The oil market is likely to remain choppy this year, but crude prices will probably end the year just $5 or so higher, Tamar Essner, director at Nasdaq Advisory Services, said Tuesday.
U.S crude prices have risen more than 80 percent from a January low of $26.05 a barrel. But Essner said that momentum may not be sustainable.
"Too much of what's driven oil prices higher have been these supply outages, and too many of them are temporary, so that supply will come back to market," she told CNBC's "Squawk Box."
The market has already worked through a number of supply interruptions this year, including a workers strike in Kuwait last month and outages that resulted from wildfires in Canada's oil sands region.
Nigerian production has fallen in the face of renewed militant strikes on the country's oil infrastructure. Meanwhile, Venezuelan output is down as the country deals with a severe cash crunch.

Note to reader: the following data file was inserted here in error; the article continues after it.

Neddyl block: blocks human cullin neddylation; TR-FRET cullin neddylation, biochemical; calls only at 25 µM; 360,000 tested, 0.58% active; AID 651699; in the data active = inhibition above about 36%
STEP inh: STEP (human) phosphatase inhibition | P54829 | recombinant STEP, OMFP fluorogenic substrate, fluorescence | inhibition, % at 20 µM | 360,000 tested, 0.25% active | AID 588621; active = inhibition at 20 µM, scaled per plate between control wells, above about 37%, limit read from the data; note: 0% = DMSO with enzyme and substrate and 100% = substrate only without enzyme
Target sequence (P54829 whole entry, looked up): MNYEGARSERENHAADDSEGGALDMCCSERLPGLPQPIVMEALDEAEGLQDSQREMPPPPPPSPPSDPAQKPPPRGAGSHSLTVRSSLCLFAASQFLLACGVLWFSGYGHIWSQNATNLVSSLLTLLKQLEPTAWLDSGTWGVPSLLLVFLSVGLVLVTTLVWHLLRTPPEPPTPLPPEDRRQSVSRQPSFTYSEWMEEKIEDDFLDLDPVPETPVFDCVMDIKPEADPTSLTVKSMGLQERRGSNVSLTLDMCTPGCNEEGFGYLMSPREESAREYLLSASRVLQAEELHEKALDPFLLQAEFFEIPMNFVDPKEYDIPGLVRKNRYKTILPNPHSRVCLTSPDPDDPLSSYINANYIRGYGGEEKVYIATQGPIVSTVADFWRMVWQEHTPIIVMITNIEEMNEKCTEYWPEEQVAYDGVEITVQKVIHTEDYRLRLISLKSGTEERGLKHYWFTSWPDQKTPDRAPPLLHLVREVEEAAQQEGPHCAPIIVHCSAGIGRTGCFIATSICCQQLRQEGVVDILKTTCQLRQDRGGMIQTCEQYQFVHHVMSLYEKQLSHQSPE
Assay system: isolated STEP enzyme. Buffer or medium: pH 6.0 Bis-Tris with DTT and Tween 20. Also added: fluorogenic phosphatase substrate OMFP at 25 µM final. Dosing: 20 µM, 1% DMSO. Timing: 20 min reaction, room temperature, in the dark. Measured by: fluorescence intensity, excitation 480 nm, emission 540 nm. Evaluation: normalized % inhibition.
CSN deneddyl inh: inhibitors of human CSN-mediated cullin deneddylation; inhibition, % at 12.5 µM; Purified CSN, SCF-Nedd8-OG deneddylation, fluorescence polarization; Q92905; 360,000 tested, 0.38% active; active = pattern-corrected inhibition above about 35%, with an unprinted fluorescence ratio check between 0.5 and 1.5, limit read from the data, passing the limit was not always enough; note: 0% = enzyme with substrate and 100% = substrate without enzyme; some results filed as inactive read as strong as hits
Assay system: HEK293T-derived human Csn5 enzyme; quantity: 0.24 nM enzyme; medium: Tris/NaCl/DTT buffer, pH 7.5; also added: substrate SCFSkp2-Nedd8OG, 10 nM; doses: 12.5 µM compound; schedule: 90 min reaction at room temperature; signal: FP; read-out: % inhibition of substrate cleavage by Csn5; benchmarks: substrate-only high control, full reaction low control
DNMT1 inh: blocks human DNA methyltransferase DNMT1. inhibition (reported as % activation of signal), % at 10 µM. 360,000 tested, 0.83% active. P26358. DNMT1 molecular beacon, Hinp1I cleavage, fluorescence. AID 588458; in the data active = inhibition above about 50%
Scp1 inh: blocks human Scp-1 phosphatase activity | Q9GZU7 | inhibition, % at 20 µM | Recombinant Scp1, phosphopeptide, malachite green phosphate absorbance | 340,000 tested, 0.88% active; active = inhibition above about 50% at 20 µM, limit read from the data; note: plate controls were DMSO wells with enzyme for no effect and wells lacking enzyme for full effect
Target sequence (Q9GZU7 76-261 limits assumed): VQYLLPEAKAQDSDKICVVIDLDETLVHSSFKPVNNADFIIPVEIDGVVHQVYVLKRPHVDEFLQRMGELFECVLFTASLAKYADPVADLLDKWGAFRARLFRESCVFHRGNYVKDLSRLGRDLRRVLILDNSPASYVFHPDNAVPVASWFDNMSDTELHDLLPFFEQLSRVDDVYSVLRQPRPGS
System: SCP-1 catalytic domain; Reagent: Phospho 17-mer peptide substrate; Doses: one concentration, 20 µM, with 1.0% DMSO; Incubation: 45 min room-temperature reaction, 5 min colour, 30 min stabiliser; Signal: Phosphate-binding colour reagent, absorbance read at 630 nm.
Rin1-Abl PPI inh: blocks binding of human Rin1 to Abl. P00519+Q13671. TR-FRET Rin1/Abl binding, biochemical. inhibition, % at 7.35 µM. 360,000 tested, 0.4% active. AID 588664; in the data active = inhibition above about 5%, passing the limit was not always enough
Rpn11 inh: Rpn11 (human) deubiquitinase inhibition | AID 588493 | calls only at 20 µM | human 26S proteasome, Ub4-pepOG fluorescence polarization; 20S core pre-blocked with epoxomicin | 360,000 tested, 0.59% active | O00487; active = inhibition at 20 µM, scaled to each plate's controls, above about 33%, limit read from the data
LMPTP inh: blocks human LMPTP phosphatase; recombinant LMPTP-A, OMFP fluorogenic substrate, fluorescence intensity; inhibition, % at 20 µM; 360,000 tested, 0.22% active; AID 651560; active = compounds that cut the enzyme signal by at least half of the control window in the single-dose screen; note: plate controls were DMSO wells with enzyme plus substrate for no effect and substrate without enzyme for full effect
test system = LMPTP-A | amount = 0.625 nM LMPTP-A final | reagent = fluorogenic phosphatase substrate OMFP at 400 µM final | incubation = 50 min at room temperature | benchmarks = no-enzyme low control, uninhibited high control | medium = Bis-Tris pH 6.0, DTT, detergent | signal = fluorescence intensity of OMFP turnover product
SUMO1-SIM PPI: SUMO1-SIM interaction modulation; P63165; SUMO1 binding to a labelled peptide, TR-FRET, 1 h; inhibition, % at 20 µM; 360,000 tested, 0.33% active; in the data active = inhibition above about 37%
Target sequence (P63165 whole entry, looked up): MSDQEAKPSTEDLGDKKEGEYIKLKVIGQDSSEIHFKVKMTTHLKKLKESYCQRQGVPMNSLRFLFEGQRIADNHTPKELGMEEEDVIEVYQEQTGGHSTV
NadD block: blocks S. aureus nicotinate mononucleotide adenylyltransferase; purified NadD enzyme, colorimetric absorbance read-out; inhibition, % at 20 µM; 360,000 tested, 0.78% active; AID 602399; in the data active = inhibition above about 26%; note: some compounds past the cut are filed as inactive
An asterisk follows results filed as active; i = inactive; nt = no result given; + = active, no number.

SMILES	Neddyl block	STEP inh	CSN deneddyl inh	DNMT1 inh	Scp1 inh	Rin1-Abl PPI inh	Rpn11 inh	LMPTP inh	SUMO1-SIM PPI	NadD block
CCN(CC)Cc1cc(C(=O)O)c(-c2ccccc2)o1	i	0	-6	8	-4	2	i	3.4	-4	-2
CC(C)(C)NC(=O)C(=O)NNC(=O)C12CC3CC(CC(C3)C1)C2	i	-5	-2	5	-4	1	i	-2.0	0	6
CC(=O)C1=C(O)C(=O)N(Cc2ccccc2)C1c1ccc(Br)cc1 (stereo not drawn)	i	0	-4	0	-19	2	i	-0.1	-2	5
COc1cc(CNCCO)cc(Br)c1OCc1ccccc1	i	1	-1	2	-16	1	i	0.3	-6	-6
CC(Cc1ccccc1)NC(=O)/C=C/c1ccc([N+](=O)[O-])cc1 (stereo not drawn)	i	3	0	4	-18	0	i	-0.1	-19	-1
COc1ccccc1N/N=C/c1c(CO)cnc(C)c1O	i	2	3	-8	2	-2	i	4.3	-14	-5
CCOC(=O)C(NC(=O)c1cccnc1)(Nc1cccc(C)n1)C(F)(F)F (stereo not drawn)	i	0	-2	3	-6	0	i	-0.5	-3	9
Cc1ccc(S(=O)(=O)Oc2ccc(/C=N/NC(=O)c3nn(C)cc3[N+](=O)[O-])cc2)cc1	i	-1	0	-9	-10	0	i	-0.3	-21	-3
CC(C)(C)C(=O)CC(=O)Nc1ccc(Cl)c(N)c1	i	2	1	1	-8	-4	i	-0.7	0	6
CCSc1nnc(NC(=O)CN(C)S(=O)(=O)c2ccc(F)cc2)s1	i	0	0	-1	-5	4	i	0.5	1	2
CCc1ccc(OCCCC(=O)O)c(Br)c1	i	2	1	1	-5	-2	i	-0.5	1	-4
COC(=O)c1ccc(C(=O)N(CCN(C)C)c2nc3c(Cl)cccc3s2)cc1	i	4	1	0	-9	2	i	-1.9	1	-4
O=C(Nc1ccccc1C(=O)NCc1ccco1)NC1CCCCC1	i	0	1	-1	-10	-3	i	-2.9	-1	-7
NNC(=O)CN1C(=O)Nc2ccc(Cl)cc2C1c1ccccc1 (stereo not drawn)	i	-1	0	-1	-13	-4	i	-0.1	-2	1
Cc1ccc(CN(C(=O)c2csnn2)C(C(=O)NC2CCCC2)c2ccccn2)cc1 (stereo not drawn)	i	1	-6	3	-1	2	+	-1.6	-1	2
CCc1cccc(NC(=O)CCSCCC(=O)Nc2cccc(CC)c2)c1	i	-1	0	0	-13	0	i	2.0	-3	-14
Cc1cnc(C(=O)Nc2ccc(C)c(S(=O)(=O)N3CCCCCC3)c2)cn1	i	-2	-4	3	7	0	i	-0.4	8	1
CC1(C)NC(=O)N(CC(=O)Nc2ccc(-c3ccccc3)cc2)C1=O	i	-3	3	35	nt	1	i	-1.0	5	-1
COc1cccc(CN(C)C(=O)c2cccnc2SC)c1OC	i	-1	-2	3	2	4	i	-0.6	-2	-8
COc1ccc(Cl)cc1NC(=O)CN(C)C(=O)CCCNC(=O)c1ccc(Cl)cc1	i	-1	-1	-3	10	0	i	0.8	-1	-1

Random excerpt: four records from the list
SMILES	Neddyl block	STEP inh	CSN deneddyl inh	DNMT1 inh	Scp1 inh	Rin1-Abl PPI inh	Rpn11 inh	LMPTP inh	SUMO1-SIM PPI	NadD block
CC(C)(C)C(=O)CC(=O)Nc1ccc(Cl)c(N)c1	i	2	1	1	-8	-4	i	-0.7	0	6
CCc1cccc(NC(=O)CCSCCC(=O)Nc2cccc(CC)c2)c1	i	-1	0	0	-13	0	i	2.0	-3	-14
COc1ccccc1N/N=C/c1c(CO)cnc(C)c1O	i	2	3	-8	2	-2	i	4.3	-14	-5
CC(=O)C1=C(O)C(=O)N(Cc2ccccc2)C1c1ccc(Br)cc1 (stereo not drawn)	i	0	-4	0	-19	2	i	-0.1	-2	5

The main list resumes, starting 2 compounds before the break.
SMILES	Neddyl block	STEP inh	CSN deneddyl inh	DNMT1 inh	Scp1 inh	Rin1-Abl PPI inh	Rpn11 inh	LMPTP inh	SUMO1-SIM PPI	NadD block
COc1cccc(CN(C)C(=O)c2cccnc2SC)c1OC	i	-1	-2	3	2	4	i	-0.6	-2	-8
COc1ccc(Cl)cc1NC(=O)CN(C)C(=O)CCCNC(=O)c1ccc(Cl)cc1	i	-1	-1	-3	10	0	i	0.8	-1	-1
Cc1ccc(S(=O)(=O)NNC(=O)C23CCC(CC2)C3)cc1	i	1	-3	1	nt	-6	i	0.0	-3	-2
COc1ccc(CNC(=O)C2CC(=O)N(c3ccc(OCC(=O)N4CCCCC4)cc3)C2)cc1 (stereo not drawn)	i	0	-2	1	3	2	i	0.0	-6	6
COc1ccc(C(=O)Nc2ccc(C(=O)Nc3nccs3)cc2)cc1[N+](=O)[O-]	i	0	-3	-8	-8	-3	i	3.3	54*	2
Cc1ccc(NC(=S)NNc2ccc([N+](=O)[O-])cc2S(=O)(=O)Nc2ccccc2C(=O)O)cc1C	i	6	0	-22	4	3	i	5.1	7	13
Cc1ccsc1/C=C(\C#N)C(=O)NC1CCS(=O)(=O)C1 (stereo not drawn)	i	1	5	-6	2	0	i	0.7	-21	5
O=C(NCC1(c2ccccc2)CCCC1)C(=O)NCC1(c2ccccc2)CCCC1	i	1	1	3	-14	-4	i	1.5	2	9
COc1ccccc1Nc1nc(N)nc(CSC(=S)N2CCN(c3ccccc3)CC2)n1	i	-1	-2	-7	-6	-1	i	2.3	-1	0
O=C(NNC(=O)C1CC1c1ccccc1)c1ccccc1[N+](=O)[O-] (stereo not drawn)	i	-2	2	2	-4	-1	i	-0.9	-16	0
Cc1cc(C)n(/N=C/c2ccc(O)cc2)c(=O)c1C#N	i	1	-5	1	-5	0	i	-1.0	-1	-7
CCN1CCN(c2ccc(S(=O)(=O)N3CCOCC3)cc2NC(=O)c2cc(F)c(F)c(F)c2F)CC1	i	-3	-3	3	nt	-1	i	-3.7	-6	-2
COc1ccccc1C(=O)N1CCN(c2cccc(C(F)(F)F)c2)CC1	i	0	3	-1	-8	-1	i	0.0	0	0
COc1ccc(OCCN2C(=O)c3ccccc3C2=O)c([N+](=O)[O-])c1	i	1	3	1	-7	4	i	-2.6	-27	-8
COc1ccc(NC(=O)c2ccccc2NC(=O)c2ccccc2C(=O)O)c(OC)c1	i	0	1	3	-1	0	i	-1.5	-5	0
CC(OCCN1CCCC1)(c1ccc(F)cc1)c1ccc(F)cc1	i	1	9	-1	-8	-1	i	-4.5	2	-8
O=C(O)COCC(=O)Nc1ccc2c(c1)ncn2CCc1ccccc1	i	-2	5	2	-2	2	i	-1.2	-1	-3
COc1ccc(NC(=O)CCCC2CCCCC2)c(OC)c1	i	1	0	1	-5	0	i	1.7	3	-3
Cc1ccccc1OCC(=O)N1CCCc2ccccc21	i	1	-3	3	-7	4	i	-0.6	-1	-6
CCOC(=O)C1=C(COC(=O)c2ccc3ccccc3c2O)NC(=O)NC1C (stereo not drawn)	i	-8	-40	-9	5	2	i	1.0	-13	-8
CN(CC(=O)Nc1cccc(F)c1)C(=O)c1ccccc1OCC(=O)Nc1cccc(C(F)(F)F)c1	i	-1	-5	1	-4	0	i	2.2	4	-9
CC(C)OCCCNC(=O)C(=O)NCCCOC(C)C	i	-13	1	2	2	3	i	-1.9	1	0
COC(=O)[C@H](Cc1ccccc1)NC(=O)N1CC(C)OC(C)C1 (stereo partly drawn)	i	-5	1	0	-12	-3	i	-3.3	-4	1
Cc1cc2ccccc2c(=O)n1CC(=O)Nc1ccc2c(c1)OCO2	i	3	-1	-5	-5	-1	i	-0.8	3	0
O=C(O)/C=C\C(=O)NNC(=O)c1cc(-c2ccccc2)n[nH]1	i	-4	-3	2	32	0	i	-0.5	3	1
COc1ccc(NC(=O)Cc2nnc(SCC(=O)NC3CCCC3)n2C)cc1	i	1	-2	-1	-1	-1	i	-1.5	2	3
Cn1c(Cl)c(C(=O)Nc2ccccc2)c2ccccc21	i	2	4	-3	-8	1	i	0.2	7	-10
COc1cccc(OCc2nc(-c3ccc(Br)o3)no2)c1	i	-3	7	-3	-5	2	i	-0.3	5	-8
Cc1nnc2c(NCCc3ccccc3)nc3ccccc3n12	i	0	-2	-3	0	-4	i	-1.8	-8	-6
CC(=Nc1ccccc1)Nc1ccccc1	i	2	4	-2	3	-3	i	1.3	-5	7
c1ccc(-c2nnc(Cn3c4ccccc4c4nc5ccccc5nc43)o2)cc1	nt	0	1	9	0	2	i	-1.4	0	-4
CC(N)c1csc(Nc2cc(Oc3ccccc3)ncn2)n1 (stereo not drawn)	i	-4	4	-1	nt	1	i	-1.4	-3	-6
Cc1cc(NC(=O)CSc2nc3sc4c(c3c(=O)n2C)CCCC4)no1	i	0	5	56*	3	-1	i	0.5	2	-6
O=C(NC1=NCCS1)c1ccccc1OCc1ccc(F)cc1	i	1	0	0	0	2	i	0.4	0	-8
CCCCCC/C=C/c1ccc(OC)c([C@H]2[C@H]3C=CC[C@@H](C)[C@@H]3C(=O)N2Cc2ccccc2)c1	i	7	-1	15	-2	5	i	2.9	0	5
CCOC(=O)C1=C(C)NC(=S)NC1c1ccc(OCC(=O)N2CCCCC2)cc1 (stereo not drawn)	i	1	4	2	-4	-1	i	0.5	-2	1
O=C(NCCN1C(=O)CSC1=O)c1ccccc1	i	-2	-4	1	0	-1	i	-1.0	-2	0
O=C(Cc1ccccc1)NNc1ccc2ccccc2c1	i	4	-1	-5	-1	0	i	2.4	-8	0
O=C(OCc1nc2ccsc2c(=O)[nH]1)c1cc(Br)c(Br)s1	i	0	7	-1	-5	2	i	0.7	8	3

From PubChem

At the same time, she said, Saudi Arabia is unlikely to alter its policy of maintaining high production to protect its market share and pressure high-cost oil producers to turn off the tap and balance oversupply.
Saudi Arabia is pumping about 10.1 million barrels per day of oil this year, accounting for nearly a third of OPEC's 32.4 million bpd output, according to data gathered by the producer group.
The policy makes sense because the Saudis have the largest oil reserves in the world and low break-even costs of producing crude, Essner said. As such, they are monetizing those assets as much as they can as they seek to diversify their economy away from energy, she added.
This strategy not only helps Saudi Arabia squeeze U.S. shale producers, but supports its "cold war" with regional rival Iran, which is rebuilding market share following the lifting of sanctions earlier this year, she said.
"It's about Saudi Arabia saying, we don't want to carry the onus of cutting back production and allow other people to take market share," Essner said.